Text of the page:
THE outlines might be a little wobbly, the end result slightly more cartoon than Constable and the subject matter even more surreal than a Salvador Dali. After all, not even he painted dinosaurs wading through mounds of jelly or laser-shooting, bike-pedalling ducks.
• Jack Henderson
But little Jack Henderson's cute artwork is rapidly becoming a money-spinning internet sensation.
The six-year-old has launched his own website, offering to draw anything anyone might want in return for a donation to the hospital which regularly nurses his sick baby brother back to health.
Within just 24 hours of it going live, he had already raised more than double his original fundraising target.
Requests came pouring in to www.jackdrawsanything.com, challenging him to, indeed, draw anything from Ben 10 aliens to colourful rainbows, happy piglets to scary Daleks. As word spread through social networking sites, Jack's fundraising total swelled to more than 250, well over his original 100 target.
It has left the Cockenzie Primary pupil with a mountain of artwork to do. So far he has around 30 drawings to complete and the list is growing.
"We've been amazed," admits Jack's dad, Ed, who helped construct the web pages under his son's careful instruction.
"This is completely his own idea. Jack said he wanted to do something to raise money as a thank you to the Sick Kids where his little brother, Noah, has been treated.
"He loves to draw and decided to sell some of his drawings in return for a donation to the hospital. It's been incredible how it's taken off."
Jack hit on his unique fundraising idea after watching baby Noah struggle against a condition which means the slightest hint of a cold can leave him fighting for breath.
"Noah has never been a very well little boy," explains 35-year-old Ed. "He caught a chest infection when he was three months old and the inside of his lungs got badly clogged up.
"The doctors say he has a condition called bronchiolitis. Basically, it means that the most basic chest infection or virus can affect the tubes leading to his lungs so he can hardly breathe.
"It's very frightening to watch your child struggling to breathe."
Frightening for Jack, too. "I feel sad when Noah's not well," he says. "Every time he has to stay the night in hospital I cry for him.
"One time he couldn't breathe very well and I thought he was going to die, but the people at the hospital are nice and they look after my brother."
Noah, now 22 months old, is given daily steroid inhalers to help control his condition, but mum Rose, 34, lives in fear that the slightest cold or infection could send him straight back into hospital.
"It's very stressful for everyone," she says. "Jack gets a bit weepy and sad when Noah's not well. His brother Toby is just three and he tends to rush around and look for attention, while Jack sits and thinks about things and gets out his drawing things."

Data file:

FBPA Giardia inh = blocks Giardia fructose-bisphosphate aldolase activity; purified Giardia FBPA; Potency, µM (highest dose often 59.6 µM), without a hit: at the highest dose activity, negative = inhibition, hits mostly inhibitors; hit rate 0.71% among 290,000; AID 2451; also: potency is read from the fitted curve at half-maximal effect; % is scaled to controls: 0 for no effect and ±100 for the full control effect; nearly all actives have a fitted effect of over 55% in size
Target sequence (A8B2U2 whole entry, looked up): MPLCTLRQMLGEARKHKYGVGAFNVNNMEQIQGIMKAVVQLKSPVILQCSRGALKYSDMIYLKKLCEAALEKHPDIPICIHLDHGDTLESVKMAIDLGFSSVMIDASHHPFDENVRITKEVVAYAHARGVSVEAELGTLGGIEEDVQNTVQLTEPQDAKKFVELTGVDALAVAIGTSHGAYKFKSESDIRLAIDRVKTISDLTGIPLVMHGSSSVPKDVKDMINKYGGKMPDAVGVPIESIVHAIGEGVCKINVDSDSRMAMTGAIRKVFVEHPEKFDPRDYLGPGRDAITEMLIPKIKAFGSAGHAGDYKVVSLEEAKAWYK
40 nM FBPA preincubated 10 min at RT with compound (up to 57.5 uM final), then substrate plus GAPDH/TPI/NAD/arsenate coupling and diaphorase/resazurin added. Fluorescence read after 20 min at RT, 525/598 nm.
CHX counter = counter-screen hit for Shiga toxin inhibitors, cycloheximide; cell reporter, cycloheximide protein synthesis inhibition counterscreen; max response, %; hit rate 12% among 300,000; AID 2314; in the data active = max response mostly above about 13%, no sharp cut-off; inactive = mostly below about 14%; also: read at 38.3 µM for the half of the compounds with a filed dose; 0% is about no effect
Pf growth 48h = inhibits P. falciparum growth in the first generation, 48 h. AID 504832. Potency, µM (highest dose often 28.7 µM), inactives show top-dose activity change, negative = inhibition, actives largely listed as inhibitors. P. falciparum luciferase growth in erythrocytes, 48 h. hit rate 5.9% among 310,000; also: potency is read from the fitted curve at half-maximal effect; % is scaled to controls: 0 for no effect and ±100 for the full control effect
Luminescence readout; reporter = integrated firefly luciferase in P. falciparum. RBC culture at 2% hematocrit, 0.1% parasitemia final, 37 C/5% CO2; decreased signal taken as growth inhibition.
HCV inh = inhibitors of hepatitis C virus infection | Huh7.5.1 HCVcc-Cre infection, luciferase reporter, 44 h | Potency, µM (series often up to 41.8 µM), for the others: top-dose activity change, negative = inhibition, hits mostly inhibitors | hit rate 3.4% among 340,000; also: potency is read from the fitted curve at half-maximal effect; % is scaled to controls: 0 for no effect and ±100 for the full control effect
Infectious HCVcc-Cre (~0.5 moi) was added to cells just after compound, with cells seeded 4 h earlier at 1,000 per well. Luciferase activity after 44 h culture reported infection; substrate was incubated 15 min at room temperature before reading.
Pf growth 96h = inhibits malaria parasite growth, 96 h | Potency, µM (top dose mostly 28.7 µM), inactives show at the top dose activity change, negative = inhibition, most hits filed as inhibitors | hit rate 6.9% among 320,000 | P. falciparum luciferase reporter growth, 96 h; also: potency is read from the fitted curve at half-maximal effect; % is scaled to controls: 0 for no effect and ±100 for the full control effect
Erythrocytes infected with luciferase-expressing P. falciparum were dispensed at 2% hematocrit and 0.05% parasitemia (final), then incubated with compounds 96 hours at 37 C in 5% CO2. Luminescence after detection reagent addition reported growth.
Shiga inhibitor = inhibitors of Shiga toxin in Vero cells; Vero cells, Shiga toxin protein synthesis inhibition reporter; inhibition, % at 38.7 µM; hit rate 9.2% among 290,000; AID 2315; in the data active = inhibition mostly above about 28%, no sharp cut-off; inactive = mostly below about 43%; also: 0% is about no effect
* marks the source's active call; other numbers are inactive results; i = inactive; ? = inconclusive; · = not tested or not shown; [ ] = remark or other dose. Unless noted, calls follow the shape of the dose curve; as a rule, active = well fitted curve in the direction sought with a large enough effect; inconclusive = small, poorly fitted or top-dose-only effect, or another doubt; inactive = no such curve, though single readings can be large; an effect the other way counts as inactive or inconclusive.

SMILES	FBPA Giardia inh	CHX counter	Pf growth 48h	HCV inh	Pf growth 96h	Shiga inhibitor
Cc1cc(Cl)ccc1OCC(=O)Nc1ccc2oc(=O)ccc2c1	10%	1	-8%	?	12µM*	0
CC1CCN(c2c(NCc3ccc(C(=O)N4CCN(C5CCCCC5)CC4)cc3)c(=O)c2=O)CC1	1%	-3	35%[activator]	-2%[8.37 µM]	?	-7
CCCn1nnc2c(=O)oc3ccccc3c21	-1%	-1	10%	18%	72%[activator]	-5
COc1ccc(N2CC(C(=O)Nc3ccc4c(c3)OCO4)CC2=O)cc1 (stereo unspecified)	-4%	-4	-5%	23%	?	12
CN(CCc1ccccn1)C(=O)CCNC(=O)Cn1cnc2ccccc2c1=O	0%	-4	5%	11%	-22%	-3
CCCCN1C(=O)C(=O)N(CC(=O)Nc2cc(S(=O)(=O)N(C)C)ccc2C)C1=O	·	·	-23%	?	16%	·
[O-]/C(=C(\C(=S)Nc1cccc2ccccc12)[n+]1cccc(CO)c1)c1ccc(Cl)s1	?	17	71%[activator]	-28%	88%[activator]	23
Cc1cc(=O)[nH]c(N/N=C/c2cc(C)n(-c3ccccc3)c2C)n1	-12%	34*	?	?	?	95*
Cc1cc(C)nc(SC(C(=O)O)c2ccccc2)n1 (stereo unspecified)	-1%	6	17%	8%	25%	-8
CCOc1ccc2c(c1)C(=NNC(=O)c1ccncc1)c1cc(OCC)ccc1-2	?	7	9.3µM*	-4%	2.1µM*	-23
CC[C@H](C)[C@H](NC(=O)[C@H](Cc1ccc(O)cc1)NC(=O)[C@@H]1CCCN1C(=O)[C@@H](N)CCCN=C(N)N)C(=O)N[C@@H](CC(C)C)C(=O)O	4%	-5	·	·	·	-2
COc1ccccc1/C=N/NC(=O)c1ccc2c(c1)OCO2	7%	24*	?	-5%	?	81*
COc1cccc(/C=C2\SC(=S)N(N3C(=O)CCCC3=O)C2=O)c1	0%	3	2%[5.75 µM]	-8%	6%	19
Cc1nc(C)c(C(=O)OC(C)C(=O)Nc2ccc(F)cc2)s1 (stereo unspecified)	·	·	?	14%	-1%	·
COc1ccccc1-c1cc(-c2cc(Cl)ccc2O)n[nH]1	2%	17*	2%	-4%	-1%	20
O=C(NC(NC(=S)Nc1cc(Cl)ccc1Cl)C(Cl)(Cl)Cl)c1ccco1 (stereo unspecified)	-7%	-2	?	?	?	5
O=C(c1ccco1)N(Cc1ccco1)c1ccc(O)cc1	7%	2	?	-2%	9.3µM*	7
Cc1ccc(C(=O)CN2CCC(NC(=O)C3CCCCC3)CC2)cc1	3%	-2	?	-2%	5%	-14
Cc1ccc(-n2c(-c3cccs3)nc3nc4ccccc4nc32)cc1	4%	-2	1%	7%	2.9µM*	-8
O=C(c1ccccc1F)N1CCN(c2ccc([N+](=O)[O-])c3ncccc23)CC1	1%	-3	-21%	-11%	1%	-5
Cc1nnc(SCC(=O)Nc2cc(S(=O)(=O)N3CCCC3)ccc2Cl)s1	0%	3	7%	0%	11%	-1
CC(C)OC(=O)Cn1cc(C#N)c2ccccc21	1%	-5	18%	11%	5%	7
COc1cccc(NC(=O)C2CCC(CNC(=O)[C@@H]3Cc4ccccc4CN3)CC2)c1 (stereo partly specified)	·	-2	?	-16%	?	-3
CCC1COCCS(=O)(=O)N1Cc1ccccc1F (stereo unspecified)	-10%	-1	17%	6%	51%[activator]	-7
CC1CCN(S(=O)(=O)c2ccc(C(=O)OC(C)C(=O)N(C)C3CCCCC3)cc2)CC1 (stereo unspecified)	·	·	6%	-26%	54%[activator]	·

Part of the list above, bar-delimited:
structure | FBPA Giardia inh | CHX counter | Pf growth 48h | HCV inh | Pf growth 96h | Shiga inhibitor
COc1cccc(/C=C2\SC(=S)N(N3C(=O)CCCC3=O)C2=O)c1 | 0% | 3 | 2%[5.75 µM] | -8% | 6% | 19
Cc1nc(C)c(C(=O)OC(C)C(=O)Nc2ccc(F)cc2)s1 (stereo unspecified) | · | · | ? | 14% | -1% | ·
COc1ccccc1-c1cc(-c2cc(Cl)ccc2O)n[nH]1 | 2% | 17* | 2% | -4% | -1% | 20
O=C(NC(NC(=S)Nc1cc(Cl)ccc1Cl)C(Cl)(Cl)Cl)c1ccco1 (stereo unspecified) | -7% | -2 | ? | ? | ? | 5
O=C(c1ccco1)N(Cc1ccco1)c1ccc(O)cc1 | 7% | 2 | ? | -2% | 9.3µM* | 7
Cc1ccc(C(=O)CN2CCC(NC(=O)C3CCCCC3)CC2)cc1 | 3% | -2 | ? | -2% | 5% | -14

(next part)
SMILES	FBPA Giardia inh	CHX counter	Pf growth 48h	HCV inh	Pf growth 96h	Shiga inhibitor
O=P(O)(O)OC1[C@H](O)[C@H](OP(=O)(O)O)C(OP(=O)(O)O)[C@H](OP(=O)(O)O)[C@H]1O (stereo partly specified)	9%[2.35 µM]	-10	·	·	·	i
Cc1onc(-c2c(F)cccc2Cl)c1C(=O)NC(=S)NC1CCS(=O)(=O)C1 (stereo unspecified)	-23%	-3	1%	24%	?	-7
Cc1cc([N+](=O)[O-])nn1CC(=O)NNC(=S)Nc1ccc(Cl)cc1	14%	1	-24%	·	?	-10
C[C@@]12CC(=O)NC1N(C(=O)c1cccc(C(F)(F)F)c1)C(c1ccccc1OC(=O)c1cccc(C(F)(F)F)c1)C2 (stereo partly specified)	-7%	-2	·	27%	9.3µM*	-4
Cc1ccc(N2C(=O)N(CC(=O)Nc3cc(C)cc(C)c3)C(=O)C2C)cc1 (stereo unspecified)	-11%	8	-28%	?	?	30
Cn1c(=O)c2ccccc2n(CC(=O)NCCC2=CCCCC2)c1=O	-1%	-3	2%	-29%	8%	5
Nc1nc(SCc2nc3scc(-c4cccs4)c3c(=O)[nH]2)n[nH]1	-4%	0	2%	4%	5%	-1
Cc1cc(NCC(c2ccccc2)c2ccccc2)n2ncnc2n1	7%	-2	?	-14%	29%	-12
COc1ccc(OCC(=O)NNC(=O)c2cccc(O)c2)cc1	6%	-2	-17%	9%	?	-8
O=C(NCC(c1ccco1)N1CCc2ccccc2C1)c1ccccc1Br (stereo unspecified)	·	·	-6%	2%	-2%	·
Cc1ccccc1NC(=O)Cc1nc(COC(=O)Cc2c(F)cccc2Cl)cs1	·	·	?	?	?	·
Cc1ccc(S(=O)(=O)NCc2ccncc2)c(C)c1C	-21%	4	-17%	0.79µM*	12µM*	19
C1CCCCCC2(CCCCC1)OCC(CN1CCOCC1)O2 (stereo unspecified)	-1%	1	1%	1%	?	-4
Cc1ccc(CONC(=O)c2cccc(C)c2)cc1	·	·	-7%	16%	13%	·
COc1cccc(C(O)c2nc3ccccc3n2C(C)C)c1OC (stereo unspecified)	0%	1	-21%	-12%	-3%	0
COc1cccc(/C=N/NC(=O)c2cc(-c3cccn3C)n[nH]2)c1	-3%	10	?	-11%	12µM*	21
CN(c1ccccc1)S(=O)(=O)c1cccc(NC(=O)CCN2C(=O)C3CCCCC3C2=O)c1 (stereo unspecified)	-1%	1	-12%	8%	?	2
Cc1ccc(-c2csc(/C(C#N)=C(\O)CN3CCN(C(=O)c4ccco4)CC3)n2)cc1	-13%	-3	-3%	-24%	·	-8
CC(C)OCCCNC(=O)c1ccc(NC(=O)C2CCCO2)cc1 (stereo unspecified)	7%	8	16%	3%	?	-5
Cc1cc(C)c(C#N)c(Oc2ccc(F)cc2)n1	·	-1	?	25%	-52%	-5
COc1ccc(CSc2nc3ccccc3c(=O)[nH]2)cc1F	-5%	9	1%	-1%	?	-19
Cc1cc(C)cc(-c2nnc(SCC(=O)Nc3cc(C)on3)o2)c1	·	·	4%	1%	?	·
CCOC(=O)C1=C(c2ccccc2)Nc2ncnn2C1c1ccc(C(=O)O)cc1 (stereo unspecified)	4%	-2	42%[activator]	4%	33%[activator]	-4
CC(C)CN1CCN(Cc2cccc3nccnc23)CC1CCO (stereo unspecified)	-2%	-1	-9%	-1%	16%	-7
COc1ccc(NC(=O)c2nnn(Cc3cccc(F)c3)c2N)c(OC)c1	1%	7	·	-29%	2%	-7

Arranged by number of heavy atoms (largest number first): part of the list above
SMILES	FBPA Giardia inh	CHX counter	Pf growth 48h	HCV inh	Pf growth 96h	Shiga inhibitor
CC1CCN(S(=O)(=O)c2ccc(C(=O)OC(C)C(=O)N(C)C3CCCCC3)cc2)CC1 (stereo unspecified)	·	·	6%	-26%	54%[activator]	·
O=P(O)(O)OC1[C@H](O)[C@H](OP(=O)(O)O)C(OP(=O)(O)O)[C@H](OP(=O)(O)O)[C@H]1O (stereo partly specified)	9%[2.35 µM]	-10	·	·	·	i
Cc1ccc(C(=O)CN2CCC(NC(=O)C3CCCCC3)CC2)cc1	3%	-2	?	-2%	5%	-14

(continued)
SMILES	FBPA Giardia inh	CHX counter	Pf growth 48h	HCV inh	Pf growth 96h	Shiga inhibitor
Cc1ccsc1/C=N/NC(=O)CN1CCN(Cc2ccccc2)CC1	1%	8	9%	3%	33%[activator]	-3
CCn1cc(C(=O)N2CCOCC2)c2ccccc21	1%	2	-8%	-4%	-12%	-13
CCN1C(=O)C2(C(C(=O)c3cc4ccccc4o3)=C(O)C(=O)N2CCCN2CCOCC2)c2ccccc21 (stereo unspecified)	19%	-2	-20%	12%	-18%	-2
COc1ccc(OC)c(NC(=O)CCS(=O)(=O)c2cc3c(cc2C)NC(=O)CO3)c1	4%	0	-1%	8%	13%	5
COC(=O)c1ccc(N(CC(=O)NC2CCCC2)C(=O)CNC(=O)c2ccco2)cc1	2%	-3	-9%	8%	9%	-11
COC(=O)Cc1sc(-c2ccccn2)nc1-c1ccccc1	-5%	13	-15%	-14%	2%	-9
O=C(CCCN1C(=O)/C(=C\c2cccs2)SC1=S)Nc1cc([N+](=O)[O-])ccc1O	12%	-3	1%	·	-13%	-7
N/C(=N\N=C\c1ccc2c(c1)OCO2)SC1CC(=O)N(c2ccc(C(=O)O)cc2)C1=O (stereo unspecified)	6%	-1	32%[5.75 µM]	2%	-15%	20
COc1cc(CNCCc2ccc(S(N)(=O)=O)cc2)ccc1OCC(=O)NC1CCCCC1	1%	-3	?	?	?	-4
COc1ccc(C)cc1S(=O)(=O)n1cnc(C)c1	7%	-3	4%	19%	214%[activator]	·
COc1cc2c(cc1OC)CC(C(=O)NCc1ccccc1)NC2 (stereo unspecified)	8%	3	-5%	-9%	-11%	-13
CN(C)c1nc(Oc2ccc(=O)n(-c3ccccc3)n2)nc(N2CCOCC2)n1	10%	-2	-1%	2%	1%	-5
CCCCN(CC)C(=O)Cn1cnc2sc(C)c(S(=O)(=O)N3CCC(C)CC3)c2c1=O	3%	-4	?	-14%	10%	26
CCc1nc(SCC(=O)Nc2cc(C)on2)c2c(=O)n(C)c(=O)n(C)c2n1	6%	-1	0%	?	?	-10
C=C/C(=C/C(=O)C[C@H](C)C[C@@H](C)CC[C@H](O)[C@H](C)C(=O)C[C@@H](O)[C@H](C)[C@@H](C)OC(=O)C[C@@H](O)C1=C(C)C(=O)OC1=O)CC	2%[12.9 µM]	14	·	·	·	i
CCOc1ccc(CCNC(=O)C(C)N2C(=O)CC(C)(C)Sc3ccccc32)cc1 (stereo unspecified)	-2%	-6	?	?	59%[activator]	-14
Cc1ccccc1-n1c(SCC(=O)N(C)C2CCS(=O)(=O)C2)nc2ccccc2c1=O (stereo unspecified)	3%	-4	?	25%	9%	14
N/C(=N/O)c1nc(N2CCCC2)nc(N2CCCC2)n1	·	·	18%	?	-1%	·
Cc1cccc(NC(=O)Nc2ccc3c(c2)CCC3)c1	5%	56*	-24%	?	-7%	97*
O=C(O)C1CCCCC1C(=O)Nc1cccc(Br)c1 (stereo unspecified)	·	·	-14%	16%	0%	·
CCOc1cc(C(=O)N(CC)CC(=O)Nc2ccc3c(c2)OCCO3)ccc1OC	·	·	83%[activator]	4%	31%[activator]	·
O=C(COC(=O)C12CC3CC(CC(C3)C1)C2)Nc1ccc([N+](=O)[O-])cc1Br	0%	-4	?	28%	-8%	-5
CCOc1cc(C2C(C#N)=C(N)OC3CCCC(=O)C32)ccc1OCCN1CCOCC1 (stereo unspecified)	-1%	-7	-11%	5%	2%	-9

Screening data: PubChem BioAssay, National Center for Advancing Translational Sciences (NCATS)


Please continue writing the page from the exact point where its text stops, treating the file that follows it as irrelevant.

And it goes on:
Rose was running a stall at a charity fair when Jack first showed his entrepreneurial flair.
"I'd brought him along as a punishment because he'd been misbehaving," she grins. "He got bored and was doing some drawings and someone said they'd buy one for 20p.
"They were just trying to humour him, but next thing he had people coming up asking him to draw something specially for them."
Jack decided to take his idea a stage further and enlisted website designer dad Ed to help create his online pages, complete with a link to the JustGiving website where donors can leave their payment for their specially commissioned artwork, which he draws using Sharpies pens.
Ed then scans the drawings so they appear online on the website before posting them off.
Among the donations is one for 50 from a mum whose young son has just been treated at the Edinburgh hospital and another from the Sick Kids' own fundraising team, requesting a drawing of the hospital to put up in their staff office.
"Jack chose the layout of his website, the words and the logo - a hedgehog with pencils for spikes - because he loves hedgehogs," says Ed.
"I asked him how much money he'd like to put as his fundraising target and he said the biggest number he knows, 1 million. I had to tell him that it was a great number but maybe a little bit high, so we settled instead for 100."
The website was launched on Monday, but by yesterday afternoon the family, of Struan Wynd, Prestonpans, had to revise the target total to 500 as Jack had already exceeded his original amount by so much.
"There is a downside," laughs Ed, "because he now has to do all the drawings. Some of the requests are pretty odd, like the dinosaur in jelly, but he's up for the challenge.
"Jack has always loved to draw and he's quite meticulous. He can take ages making sure he's got all the details just right. We might have to limit him to doing two or three drawings a night or else he'll never get any sleep."
Maureen Harrison, chief executive of the Sick Kids Friends Foundation, said: "This is such an inventive way for Jack to help raise money for the Sick Kids Friends Foundation. It's a wonderful concept and Jack's drawings are just so cute.
"We would like to say a huge thank you to Jack and his family for supporting the foundation."
• See Jack's drawings and donate on www.jackdrawsanything.com or www.justgiving.com/jackdrawsanything